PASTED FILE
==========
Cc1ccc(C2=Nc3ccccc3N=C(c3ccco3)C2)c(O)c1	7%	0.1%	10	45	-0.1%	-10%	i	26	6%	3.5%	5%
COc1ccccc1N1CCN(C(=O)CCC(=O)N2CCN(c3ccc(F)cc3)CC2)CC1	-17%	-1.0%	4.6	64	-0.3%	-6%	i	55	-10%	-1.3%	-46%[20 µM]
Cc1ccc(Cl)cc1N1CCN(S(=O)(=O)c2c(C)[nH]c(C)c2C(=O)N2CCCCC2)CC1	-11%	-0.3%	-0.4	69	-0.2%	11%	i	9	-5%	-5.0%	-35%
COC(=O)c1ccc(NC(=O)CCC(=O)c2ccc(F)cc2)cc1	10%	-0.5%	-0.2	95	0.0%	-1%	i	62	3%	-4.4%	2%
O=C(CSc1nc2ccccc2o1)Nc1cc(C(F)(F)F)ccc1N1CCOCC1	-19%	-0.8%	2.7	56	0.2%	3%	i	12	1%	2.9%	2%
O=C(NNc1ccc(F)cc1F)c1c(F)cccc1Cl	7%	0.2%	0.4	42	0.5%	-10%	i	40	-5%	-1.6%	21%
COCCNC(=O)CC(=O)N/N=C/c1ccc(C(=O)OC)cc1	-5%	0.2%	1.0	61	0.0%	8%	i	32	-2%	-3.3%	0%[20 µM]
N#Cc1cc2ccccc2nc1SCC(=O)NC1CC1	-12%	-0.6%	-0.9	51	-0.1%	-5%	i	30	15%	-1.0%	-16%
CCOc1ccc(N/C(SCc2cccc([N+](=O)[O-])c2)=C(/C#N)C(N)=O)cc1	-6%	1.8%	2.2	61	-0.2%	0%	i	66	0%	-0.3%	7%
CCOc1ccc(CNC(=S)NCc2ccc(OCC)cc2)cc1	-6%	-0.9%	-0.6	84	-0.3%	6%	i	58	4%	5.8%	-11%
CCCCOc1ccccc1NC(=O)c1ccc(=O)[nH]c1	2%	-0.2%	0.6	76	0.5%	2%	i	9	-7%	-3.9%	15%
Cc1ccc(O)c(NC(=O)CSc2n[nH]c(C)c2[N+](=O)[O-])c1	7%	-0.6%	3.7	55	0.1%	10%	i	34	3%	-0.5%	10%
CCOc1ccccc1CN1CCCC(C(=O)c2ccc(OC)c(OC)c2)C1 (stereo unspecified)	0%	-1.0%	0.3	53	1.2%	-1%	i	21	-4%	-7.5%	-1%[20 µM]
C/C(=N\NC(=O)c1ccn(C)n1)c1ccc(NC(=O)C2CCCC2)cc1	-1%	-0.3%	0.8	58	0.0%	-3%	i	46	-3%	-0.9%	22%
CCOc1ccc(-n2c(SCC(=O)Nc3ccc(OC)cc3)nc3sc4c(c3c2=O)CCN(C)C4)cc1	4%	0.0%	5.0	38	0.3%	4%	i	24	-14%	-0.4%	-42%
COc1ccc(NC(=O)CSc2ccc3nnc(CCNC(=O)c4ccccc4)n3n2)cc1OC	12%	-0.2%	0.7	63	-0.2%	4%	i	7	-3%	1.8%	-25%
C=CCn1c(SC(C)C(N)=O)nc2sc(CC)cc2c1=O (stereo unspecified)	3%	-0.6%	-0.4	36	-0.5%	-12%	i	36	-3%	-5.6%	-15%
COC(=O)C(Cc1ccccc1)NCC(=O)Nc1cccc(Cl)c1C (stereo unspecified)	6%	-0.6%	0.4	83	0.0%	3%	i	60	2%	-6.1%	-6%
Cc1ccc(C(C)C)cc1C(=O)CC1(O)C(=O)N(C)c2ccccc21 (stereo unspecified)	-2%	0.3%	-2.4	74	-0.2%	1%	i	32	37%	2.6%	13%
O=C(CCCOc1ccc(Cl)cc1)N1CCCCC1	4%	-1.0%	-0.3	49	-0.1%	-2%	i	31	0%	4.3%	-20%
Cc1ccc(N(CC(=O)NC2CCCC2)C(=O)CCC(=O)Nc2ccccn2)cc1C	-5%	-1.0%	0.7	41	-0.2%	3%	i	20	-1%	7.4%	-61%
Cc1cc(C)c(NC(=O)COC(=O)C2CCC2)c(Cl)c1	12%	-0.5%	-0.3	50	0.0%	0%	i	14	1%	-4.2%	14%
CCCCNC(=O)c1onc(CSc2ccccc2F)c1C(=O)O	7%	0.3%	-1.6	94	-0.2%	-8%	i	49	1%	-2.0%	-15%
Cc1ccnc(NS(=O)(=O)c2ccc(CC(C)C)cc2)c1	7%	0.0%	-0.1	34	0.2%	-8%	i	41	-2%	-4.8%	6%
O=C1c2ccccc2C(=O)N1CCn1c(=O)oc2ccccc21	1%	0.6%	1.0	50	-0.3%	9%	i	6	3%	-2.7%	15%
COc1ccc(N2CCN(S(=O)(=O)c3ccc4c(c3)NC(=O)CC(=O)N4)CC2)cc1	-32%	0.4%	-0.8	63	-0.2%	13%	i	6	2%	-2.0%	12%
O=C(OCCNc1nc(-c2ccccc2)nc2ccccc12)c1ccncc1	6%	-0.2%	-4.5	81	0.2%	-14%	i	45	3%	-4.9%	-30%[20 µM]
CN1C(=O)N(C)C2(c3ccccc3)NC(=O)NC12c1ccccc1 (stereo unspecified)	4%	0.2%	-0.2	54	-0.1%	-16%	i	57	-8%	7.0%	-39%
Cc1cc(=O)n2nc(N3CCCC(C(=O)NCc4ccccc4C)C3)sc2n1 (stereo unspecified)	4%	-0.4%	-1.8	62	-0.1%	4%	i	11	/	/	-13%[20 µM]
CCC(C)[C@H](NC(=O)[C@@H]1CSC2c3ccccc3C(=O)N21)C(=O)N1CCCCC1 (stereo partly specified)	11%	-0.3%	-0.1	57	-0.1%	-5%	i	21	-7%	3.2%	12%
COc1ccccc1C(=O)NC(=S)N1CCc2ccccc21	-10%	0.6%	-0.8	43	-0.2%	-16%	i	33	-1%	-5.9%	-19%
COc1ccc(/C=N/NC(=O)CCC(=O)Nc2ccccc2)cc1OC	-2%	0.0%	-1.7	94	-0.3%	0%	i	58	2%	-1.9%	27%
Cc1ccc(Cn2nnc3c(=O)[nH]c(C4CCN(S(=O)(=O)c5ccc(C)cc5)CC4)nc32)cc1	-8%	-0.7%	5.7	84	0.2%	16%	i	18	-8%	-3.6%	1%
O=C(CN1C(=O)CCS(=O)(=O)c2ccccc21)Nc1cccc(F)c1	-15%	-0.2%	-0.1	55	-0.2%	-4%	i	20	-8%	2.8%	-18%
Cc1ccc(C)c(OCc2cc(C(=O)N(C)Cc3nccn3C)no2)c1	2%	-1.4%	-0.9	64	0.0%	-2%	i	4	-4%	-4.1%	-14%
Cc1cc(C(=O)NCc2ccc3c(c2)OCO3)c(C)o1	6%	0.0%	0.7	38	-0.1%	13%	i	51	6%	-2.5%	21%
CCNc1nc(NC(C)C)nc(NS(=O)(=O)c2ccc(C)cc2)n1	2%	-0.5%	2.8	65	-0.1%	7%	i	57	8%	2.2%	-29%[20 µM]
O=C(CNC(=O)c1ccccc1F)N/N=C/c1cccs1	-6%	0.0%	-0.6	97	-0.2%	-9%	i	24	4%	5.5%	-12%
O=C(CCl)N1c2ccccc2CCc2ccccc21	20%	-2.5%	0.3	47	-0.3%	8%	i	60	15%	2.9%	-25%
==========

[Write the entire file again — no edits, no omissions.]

Cc1ccc(C2=Nc3ccccc3N=C(c3ccco3)C2)c(O)c1	7%	0.1%	10	45	-0.1%	-10%	i	26	6%	3.5%	5%
COc1ccccc1N1CCN(C(=O)CCC(=O)N2CCN(c3ccc(F)cc3)CC2)CC1	-17%	-1.0%	4.6	64	-0.3%	-6%	i	55	-10%	-1.3%	-46%[20 µM]
Cc1ccc(Cl)cc1N1CCN(S(=O)(=O)c2c(C)[nH]c(C)c2C(=O)N2CCCCC2)CC1	-11%	-0.3%	-0.4	69	-0.2%	11%	i	9	-5%	-5.0%	-35%
COC(=O)c1ccc(NC(=O)CCC(=O)c2ccc(F)cc2)cc1	10%	-0.5%	-0.2	95	0.0%	-1%	i	62	3%	-4.4%	2%
O=C(CSc1nc2ccccc2o1)Nc1cc(C(F)(F)F)ccc1N1CCOCC1	-19%	-0.8%	2.7	56	0.2%	3%	i	12	1%	2.9%	2%
O=C(NNc1ccc(F)cc1F)c1c(F)cccc1Cl	7%	0.2%	0.4	42	0.5%	-10%	i	40	-5%	-1.6%	21%
COCCNC(=O)CC(=O)N/N=C/c1ccc(C(=O)OC)cc1	-5%	0.2%	1.0	61	0.0%	8%	i	32	-2%	-3.3%	0%[20 µM]
N#Cc1cc2ccccc2nc1SCC(=O)NC1CC1	-12%	-0.6%	-0.9	51	-0.1%	-5%	i	30	15%	-1.0%	-16%
CCOc1ccc(N/C(SCc2cccc([N+](=O)[O-])c2)=C(/C#N)C(N)=O)cc1	-6%	1.8%	2.2	61	-0.2%	0%	i	66	0%	-0.3%	7%
CCOc1ccc(CNC(=S)NCc2ccc(OCC)cc2)cc1	-6%	-0.9%	-0.6	84	-0.3%	6%	i	58	4%	5.8%	-11%
CCCCOc1ccccc1NC(=O)c1ccc(=O)[nH]c1	2%	-0.2%	0.6	76	0.5%	2%	i	9	-7%	-3.9%	15%
Cc1ccc(O)c(NC(=O)CSc2n[nH]c(C)c2[N+](=O)[O-])c1	7%	-0.6%	3.7	55	0.1%	10%	i	34	3%	-0.5%	10%
CCOc1ccccc1CN1CCCC(C(=O)c2ccc(OC)c(OC)c2)C1 (stereo unspecified)	0%	-1.0%	0.3	53	1.2%	-1%	i	21	-4%	-7.5%	-1%[20 µM]
C/C(=N\NC(=O)c1ccn(C)n1)c1ccc(NC(=O)C2CCCC2)cc1	-1%	-0.3%	0.8	58	0.0%	-3%	i	46	-3%	-0.9%	22%
CCOc1ccc(-n2c(SCC(=O)Nc3ccc(OC)cc3)nc3sc4c(c3c2=O)CCN(C)C4)cc1	4%	0.0%	5.0	38	0.3%	4%	i	24	-14%	-0.4%	-42%
COc1ccc(NC(=O)CSc2ccc3nnc(CCNC(=O)c4ccccc4)n3n2)cc1OC	12%	-0.2%	0.7	63	-0.2%	4%	i	7	-3%	1.8%	-25%
C=CCn1c(SC(C)C(N)=O)nc2sc(CC)cc2c1=O (stereo unspecified)	3%	-0.6%	-0.4	36	-0.5%	-12%	i	36	-3%	-5.6%	-15%
COC(=O)C(Cc1ccccc1)NCC(=O)Nc1cccc(Cl)c1C (stereo unspecified)	6%	-0.6%	0.4	83	0.0%	3%	i	60	2%	-6.1%	-6%
Cc1ccc(C(C)C)cc1C(=O)CC1(O)C(=O)N(C)c2ccccc21 (stereo unspecified)	-2%	0.3%	-2.4	74	-0.2%	1%	i	32	37%	2.6%	13%
O=C(CCCOc1ccc(Cl)cc1)N1CCCCC1	4%	-1.0%	-0.3	49	-0.1%	-2%	i	31	0%	4.3%	-20%
Cc1ccc(N(CC(=O)NC2CCCC2)C(=O)CCC(=O)Nc2ccccn2)cc1C	-5%	-1.0%	0.7	41	-0.2%	3%	i	20	-1%	7.4%	-61%
Cc1cc(C)c(NC(=O)COC(=O)C2CCC2)c(Cl)c1	12%	-0.5%	-0.3	50	0.0%	0%	i	14	1%	-4.2%	14%
CCCCNC(=O)c1onc(CSc2ccccc2F)c1C(=O)O	7%	0.3%	-1.6	94	-0.2%	-8%	i	49	1%	-2.0%	-15%
Cc1ccnc(NS(=O)(=O)c2ccc(CC(C)C)cc2)c1	7%	0.0%	-0.1	34	0.2%	-8%	i	41	-2%	-4.8%	6%
O=C1c2ccccc2C(=O)N1CCn1c(=O)oc2ccccc21	1%	0.6%	1.0	50	-0.3%	9%	i	6	3%	-2.7%	15%
COc1ccc(N2CCN(S(=O)(=O)c3ccc4c(c3)NC(=O)CC(=O)N4)CC2)cc1	-32%	0.4%	-0.8	63	-0.2%	13%	i	6	2%	-2.0%	12%
O=C(OCCNc1nc(-c2ccccc2)nc2ccccc12)c1ccncc1	6%	-0.2%	-4.5	81	0.2%	-14%	i	45	3%	-4.9%	-30%[20 µM]
CN1C(=O)N(C)C2(c3ccccc3)NC(=O)NC12c1ccccc1 (stereo unspecified)	4%	0.2%	-0.2	54	-0.1%	-16%	i	57	-8%	7.0%	-39%
Cc1cc(=O)n2nc(N3CCCC(C(=O)NCc4ccccc4C)C3)sc2n1 (stereo unspecified)	4%	-0.4%	-1.8	62	-0.1%	4%	i	11	/	/	-13%[20 µM]
CCC(C)[C@H](NC(=O)[C@@H]1CSC2c3ccccc3C(=O)N21)C(=O)N1CCCCC1 (stereo partly specified)	11%	-0.3%	-0.1	57	-0.1%	-5%	i	21	-7%	3.2%	12%
COc1ccccc1C(=O)NC(=S)N1CCc2ccccc21	-10%	0.6%	-0.8	43	-0.2%	-16%	i	33	-1%	-5.9%	-19%
COc1ccc(/C=N/NC(=O)CCC(=O)Nc2ccccc2)cc1OC	-2%	0.0%	-1.7	94	-0.3%	0%	i	58	2%	-1.9%	27%
Cc1ccc(Cn2nnc3c(=O)[nH]c(C4CCN(S(=O)(=O)c5ccc(C)cc5)CC4)nc32)cc1	-8%	-0.7%	5.7	84	0.2%	16%	i	18	-8%	-3.6%	1%
O=C(CN1C(=O)CCS(=O)(=O)c2ccccc21)Nc1cccc(F)c1	-15%	-0.2%	-0.1	55	-0.2%	-4%	i	20	-8%	2.8%	-18%
Cc1ccc(C)c(OCc2cc(C(=O)N(C)Cc3nccn3C)no2)c1	2%	-1.4%	-0.9	64	0.0%	-2%	i	4	-4%	-4.1%	-14%
Cc1cc(C(=O)NCc2ccc3c(c2)OCO3)c(C)o1	6%	0.0%	0.7	38	-0.1%	13%	i	51	6%	-2.5%	21%
CCNc1nc(NC(C)C)nc(NS(=O)(=O)c2ccc(C)cc2)n1	2%	-0.5%	2.8	65	-0.1%	7%	i	57	8%	2.2%	-29%[20 µM]
O=C(CNC(=O)c1ccccc1F)N/N=C/c1cccs1	-6%	0.0%	-0.6	97	-0.2%	-9%	i	24	4%	5.5%	-12%
O=C(CCl)N1c2ccccc2CCc2ccccc21	20%	-2.5%	0.3	47	-0.3%	8%	i	60	15%	2.9%	-25%